Since the dynamics of the net resources over time is complex and depends on changes in individuals' income and expenses over time, we provide a simplified summary here and present a detailed analysis in the accompanying analysis.

Net Resources: Birmingham, AL vs. Boston, MA

Before the crisis, Andrew has about $1,000 of slack in his monthly budget in Birmingham. In Boston, due to the slightly lower wage and higher living expenses (rent in particular, which is more than twice as high in Boston as in Birmingham), he cannot meet his covered expenses even before he becomes unemployed. Thus, in this period, he would likely have to borrow to make ends meet.

When he loses his job in April, the acts (represented by the green lines) allow Andrew to cover basic expenses in both cities from April until August. Despite the fact that the financial support package is larger in Boston than in Birmingham, net resources are higher in Birmingham for this period because of the difference in the costs of living. In September, if Andrew is still unemployed, his net resources drop below zero in both cities. The FFCR and CARES Acts improve Andrew's financial security relative to a world without the passage of the acts. Without the acts (represented by the blue lines), net resources drop below zero as soon as Andrew loses his job and remain negative for the duration of unemployment.

Our case study highlights that although the FFCR and CARES Acts provide financial stability for displaced workers in the short term, the size and duration of the acts' positive impact will depend on individual circumstances, including their income prior to unemployment, state of residency, and household composition. Duration of the crisis also matters. The longer the COVID-19 crisis continues, the greater the financial stress for many households and the greater the call for additional policy action.

March 22, 2019

A Different Type of Tax Reform

Two interesting, and important, documents crossed our desk last week. The first was the 2019 edition of the Economic Report of the President. What particularly grabbed our attention was the following statement from Chapter 3:

Fundamentally, when people opt to neither work nor look for work it is an indication that the after-tax income they expect to receive in the workforce is below their "reservation wage"—that is, the minimum value they give to time spent on activities outside the formal labor market.

That does not strike us as a controversial proposition, which makes the second of last week's documents—actually a set of documents from the U.S. Department of Health and Human Services (HHS)—especially interesting.

In that series of documents, HHS's Nina Chien and Suzanne Macartney point out a couple of things that are particularly important when thinking about the effect of tax rates on after-tax income and the incentive to work. The first, which is generally appreciated, is that the tax rates that matter with respect to incentives to work are marginal tax rates—the amount that is ceded to the government on the next $1 of income received. The second, and less often explicitly recognized, is that the amount ceded to the government includes not only payments to the government (in the form of, for example, income taxes) but also losses in benefits received from the government (in the form of, for example, Medicaid or child care assistance payments).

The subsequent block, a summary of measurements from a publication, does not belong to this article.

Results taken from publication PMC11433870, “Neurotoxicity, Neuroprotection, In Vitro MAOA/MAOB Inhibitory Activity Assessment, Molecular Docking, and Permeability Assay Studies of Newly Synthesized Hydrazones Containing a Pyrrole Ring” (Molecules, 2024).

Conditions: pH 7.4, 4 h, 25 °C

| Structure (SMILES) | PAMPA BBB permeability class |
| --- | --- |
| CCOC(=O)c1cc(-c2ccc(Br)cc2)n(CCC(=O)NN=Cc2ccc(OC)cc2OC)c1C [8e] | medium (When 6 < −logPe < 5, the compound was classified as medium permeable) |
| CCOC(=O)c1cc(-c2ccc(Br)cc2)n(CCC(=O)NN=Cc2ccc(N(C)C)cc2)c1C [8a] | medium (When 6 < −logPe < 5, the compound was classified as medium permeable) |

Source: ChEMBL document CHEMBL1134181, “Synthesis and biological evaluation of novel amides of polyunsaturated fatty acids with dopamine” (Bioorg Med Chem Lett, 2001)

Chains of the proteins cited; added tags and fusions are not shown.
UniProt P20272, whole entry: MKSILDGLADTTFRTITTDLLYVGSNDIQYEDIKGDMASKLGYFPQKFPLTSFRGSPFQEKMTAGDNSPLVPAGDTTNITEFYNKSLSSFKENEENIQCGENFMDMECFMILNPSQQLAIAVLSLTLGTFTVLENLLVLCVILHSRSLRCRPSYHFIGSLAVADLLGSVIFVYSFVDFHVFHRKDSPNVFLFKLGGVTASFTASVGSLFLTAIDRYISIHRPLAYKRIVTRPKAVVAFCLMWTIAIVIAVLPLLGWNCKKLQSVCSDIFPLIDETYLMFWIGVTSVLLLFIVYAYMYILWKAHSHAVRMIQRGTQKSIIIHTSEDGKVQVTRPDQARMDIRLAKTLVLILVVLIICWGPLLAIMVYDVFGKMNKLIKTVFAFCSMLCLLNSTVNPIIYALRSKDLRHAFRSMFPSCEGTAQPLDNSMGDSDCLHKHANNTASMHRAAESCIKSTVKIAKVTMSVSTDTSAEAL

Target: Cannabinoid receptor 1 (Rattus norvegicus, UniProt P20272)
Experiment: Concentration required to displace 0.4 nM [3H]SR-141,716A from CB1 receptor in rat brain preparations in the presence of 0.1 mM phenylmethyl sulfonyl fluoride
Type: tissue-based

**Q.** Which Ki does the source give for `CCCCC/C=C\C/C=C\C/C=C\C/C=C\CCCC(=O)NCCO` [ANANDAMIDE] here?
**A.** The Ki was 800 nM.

The fact that effective marginal tax rates are all about the sum of explicit tax payments to the government and lost transfer payments from the government applies to us all. But it is especially true for those at the lower end of the income distribution. These are the folks (of working age, anyway) who disproportionately receive means-tested benefit payments. For low-wage workers, or individuals contemplating entering the workforce into low-wage jobs, the reduction of public support payments is by far the most significant factor in effective marginal tax rates and the consequent incentive to work and acquire skills.

The implication of losing benefits for an individual's effective marginal tax rate can be eye-popping. From Chien and Macartney (Brief #2 in the series):

Among households with children just above poverty, the median marginal tax rate is high (51 percent); rates remain high (never dipping below 45 percent) as incomes approach 200 percent of poverty.

Our own work confirms the essence of this message. Consider a representative set of households, with household heads aged 30–39, living in Florida. (Because both state and local taxes and certain transfer programs vary by state, geography matters.) Now think of calculating the wealth for each household—wealth being the sum of their lifetime earnings from working and the value of their assets net of liabilities—and grouping the households into wealth quintiles. (In other words, the first quintile would the 20 percent of households with the lowest wealth, the fifth quintile would be the 20 percent of households with the highest wealth.)

What follows are the median effective marginal tax rates that we calculate from this experiment: